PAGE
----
2018 was a year that stretched my photography skills like never before. I began to use speed lights as my client work moved indoors. I re-learned to crawl with the best of them as my littlest clients (and son) got even younger. Perhaps most important, I tackled new challenges of time management as a new dad, team leader, and photographer. So, to kick off 2019, I’m sharing a visual recap of all that 2018 brought in.

There were events, family photos, and a few side projects. There were hikes, food projects, garden wanderings, and some street venturing too. From Brooklyn to St Lucia and a lot in between, my camera came with me as a trusted friend. Someone who challenged me, pushed me, but ultimately helped me be my best self and see the world in a new way.

Thanks to everyone who’s followed along the blog here and I hope you continue to join me in the months to come.

The surreal, ‘public’ beaches of St Lucia

The surreal, ‘public’ beaches of St Lucia

The year began with a getaway. A pre-baby moon if you will but also a kind of trip Katie and I almost never take. Don’t get me wrong - we love a good beach and splash in the ocean, but rarely seek those features out when we travel. St Lucia was simply sublime. Cliche perhaps, but we leaned into it. Not as much as, say, our resort neighbors who got out their sun oil, cubans, and rum punch by 10am at the beach. But hey, to each their own.

The vibrant colors begin to take shape as a cold spring season begins at the Gardens

The vibrant colors begin to take shape as a cold spring season begins at the Gardens

I spent hours - probably days worth of time - in the Brooklyn Botanic Gardens. I especially loved the early spring - as buds burst forth after months of careful cultivation from the fall by gardeners who could only hope that nature would partner in their designs. Each week seem to bring new textures, colors, and choices and for me, getting close or and playing with movement felt like the truest way to capture the feeling of being both big and small, rushed and frozen all at once.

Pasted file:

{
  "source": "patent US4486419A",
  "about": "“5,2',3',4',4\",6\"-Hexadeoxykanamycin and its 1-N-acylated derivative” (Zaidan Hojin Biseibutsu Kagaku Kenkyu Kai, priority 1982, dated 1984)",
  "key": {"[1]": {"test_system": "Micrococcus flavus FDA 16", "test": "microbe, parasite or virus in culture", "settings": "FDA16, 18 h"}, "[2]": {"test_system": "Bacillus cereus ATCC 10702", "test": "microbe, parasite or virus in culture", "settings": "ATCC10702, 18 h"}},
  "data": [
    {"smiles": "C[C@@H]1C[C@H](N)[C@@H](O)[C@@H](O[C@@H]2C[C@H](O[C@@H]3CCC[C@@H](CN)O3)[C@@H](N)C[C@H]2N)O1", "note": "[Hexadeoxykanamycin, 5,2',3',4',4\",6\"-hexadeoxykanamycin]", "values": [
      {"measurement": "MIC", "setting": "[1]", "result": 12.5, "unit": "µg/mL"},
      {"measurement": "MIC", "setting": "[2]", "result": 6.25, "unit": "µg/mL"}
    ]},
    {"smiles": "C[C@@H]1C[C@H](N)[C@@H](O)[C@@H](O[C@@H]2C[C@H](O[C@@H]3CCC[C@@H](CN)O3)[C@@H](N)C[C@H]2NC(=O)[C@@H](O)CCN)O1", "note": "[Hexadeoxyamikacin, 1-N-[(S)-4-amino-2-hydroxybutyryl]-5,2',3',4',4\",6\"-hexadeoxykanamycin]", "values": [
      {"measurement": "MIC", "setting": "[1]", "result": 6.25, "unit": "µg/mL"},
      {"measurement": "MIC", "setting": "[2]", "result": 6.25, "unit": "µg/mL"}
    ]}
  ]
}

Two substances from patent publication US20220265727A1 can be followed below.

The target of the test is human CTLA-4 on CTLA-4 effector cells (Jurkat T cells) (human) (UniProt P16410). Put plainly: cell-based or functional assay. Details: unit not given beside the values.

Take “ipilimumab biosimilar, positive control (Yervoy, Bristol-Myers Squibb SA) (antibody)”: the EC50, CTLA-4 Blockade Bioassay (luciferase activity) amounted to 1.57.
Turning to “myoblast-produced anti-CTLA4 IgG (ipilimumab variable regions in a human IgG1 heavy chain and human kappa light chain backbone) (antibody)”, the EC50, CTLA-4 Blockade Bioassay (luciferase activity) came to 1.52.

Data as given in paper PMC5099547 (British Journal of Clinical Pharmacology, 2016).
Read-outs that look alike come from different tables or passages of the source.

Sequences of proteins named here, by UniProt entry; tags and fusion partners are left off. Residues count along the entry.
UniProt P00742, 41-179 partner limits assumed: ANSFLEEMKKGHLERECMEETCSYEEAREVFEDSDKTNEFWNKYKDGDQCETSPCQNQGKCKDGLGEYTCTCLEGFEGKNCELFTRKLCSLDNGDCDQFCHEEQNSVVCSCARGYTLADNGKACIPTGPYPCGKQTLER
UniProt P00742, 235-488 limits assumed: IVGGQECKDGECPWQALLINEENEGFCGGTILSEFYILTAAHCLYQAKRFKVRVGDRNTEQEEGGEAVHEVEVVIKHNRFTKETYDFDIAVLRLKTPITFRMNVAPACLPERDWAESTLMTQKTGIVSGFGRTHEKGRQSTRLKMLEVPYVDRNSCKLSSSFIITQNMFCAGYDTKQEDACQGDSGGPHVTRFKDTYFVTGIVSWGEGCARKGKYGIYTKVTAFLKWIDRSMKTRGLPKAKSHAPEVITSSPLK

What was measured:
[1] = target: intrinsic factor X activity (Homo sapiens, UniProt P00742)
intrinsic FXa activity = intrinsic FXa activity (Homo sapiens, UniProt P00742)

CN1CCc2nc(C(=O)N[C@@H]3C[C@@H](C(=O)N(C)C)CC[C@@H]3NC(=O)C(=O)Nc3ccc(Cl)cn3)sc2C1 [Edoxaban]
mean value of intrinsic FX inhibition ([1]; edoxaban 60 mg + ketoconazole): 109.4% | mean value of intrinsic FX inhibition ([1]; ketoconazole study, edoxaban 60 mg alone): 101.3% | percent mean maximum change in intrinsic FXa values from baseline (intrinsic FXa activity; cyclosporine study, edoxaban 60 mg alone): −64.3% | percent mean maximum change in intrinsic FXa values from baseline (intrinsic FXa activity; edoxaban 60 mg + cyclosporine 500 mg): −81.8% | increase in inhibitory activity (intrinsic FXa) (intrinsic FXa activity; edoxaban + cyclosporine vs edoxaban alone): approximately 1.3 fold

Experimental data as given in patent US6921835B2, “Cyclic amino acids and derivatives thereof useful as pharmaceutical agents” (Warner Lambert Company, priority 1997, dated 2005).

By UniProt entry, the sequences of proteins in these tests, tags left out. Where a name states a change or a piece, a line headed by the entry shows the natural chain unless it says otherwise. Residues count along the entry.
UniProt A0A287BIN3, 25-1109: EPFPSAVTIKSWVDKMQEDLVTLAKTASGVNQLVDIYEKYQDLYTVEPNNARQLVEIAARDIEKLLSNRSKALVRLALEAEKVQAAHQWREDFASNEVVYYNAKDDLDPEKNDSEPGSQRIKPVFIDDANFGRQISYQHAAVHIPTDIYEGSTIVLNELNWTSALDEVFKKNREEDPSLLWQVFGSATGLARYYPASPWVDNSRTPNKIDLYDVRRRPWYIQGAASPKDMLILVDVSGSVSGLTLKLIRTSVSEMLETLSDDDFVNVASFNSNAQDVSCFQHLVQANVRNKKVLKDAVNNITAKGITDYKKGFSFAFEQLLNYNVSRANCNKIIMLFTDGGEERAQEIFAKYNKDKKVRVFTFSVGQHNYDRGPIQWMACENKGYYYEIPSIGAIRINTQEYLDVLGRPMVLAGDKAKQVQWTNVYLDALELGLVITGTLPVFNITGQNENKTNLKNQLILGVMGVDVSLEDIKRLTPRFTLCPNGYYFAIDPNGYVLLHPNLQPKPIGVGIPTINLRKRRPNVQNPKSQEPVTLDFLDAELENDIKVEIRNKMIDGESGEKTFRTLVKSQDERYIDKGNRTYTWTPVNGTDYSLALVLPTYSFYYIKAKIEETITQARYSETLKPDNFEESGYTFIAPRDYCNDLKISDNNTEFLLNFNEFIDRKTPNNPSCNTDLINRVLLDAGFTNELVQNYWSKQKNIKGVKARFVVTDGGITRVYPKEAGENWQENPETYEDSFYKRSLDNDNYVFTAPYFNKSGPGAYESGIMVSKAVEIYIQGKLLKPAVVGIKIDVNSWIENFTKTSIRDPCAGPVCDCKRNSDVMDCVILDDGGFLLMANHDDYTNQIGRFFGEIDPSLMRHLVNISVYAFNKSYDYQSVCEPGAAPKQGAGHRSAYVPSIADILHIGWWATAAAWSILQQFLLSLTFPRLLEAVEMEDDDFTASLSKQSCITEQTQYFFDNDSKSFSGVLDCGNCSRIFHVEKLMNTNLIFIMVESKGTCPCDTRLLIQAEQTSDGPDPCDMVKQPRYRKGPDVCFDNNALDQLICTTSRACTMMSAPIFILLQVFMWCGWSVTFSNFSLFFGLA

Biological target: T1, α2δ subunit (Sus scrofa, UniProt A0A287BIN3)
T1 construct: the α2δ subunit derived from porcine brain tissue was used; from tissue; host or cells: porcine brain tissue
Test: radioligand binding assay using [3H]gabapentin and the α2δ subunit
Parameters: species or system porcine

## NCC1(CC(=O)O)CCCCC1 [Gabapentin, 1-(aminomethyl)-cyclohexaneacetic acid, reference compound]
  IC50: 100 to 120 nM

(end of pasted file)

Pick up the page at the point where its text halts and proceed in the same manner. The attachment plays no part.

The Japanese Gardens were a favorite - finding new ways to see them was a challenge

The Japanese Gardens were a favorite - finding new ways to see them was a challenge

As spring turned to summer, walks in the parks turned up fun surprises that you only get in a city where it’s entirely possible that a dog’s wedding gown was more expensive than my own wife’s. This was one of my favorite street photos of the year and for me it captured much in what was changing in my photography. While many others turned their lenses on the couple, or even the dog while it was in their laps, I tried to position myself to where it was going to go - to create the juxtaposition of the two brides. Of course I got lucky, but I also set myself to maximize that luck too.


But May also brought us other surprises - and while I won’t be posting any photos of our son yet, the cake below was our first celebration of the incredible news. He has brought so much joy and happiness into our world and it’s hard to imagine life before him.